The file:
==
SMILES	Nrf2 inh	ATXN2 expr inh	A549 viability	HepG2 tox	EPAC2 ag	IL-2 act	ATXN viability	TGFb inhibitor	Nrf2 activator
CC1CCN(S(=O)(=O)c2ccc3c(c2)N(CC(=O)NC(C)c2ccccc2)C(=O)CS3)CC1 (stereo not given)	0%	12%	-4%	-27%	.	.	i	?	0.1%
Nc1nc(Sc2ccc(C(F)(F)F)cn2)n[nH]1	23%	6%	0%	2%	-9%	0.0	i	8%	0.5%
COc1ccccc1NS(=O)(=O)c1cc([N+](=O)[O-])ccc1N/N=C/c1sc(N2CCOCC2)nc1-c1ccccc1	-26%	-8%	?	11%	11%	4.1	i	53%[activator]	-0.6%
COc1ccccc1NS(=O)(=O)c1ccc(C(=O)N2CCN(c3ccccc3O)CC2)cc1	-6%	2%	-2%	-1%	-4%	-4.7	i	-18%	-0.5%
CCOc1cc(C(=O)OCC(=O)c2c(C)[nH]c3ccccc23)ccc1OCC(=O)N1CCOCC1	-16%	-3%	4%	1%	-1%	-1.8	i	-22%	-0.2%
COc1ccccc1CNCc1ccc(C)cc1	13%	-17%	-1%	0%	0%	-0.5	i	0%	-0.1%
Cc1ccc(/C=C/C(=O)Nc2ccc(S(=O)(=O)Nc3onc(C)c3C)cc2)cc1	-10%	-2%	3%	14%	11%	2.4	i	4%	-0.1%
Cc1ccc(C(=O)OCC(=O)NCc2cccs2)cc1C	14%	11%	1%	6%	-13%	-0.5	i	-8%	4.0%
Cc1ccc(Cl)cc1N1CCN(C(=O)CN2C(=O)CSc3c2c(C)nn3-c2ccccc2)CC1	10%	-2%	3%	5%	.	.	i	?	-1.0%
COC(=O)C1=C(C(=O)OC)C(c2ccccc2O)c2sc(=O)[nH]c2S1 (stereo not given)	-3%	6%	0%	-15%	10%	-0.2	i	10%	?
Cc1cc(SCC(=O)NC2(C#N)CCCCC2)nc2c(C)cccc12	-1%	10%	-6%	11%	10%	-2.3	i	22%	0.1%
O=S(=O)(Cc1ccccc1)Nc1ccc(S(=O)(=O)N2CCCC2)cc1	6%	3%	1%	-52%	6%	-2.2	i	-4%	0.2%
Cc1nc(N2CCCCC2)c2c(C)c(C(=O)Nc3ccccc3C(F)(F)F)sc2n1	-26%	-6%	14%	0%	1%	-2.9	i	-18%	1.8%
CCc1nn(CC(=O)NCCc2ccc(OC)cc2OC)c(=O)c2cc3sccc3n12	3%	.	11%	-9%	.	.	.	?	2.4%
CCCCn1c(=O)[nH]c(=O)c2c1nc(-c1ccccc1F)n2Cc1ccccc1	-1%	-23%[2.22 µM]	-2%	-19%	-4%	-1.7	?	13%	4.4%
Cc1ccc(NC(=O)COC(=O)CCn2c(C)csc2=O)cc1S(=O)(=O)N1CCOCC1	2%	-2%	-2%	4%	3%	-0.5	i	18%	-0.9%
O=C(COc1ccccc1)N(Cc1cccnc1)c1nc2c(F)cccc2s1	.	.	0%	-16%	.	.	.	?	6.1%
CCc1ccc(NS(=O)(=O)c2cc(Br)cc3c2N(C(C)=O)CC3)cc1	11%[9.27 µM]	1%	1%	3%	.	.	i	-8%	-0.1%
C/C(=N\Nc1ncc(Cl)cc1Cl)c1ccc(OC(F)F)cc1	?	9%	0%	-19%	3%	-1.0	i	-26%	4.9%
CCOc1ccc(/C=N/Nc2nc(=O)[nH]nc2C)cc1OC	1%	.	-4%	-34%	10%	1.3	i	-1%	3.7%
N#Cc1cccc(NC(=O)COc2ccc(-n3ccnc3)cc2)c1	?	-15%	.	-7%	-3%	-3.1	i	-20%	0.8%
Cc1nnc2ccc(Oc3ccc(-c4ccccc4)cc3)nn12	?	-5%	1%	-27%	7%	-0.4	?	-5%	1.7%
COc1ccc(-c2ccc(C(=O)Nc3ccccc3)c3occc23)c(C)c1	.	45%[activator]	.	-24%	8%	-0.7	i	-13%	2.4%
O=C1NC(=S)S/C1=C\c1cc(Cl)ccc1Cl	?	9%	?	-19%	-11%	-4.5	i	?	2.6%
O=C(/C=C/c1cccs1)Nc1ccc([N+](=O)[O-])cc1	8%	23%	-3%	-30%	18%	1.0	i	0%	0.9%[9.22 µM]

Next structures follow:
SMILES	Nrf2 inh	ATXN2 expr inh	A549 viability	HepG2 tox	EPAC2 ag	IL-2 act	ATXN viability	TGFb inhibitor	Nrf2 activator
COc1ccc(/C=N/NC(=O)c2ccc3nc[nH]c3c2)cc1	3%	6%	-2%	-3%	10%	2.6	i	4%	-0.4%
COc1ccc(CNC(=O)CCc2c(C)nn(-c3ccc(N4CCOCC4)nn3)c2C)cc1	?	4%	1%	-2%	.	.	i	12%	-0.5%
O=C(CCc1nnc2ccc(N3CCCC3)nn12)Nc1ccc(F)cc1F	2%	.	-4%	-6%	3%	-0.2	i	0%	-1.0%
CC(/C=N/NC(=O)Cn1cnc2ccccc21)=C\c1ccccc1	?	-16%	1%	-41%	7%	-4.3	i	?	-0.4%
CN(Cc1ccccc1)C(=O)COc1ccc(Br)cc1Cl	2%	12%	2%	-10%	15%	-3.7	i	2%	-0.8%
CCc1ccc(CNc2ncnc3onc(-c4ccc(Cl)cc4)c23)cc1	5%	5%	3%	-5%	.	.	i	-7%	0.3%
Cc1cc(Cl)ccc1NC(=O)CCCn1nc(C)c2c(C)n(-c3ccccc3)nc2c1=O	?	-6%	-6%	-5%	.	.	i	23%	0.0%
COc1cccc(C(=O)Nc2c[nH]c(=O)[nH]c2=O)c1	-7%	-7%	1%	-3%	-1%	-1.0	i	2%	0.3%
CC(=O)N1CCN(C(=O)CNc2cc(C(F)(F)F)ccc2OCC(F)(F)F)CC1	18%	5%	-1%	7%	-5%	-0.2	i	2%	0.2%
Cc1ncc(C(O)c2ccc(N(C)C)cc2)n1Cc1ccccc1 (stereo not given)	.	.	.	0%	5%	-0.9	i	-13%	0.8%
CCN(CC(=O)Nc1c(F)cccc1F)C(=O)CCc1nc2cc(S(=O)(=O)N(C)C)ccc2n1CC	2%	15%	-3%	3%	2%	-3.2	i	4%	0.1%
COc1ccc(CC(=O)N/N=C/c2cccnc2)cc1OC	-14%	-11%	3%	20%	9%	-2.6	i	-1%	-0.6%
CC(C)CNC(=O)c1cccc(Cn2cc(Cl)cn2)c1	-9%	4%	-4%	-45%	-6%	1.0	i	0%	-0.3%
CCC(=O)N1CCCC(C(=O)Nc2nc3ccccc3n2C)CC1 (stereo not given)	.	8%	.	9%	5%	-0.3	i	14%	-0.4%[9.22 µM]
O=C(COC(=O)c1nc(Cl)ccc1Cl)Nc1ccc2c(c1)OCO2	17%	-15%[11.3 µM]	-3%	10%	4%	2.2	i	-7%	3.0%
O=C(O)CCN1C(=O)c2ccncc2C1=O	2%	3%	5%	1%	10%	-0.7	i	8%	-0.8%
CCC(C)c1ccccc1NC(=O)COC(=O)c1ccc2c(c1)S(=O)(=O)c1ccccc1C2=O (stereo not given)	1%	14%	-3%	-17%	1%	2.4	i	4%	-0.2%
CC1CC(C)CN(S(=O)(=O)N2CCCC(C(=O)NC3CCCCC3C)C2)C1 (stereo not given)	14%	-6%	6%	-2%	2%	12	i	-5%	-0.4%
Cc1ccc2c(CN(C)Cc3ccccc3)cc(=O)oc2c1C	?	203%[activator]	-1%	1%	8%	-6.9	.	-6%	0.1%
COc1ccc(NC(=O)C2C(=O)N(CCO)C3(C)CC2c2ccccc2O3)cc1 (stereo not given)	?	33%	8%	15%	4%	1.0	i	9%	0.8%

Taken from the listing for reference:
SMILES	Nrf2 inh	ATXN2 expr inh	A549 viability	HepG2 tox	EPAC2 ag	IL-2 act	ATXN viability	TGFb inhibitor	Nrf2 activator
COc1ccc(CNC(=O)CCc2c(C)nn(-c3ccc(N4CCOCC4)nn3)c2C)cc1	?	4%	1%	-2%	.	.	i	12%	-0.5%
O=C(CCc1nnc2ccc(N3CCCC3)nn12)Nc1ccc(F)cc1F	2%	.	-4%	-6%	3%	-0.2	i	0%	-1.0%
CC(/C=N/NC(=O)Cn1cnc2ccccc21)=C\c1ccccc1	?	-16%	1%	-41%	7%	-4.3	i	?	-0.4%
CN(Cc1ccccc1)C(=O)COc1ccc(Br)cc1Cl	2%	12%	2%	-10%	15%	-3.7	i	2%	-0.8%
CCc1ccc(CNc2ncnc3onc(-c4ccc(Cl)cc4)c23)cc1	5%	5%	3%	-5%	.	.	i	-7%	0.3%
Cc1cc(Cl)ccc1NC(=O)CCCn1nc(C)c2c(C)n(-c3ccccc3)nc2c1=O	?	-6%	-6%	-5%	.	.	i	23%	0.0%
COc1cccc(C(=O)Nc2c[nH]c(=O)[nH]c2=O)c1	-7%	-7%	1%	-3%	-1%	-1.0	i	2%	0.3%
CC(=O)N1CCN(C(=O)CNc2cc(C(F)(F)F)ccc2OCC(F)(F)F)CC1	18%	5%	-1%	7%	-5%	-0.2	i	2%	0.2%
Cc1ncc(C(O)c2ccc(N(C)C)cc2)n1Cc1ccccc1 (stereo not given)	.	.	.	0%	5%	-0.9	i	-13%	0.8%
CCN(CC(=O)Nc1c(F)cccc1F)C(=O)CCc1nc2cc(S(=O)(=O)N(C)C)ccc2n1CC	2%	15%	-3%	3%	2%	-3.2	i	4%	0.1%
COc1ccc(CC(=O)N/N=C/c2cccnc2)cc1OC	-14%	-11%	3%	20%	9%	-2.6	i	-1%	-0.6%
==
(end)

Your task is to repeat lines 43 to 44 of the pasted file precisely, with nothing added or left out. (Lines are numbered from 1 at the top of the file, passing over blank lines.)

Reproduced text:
O=C(COC(=O)c1nc(Cl)ccc1Cl)Nc1ccc2c(c1)OCO2	17%	-15%[11.3 µM]	-3%	10%	4%	2.2	i	-7%	3.0%
O=C(O)CCN1C(=O)c2ccncc2C1=O	2%	3%	5%	1%	10%	-0.7	i	8%	-0.8%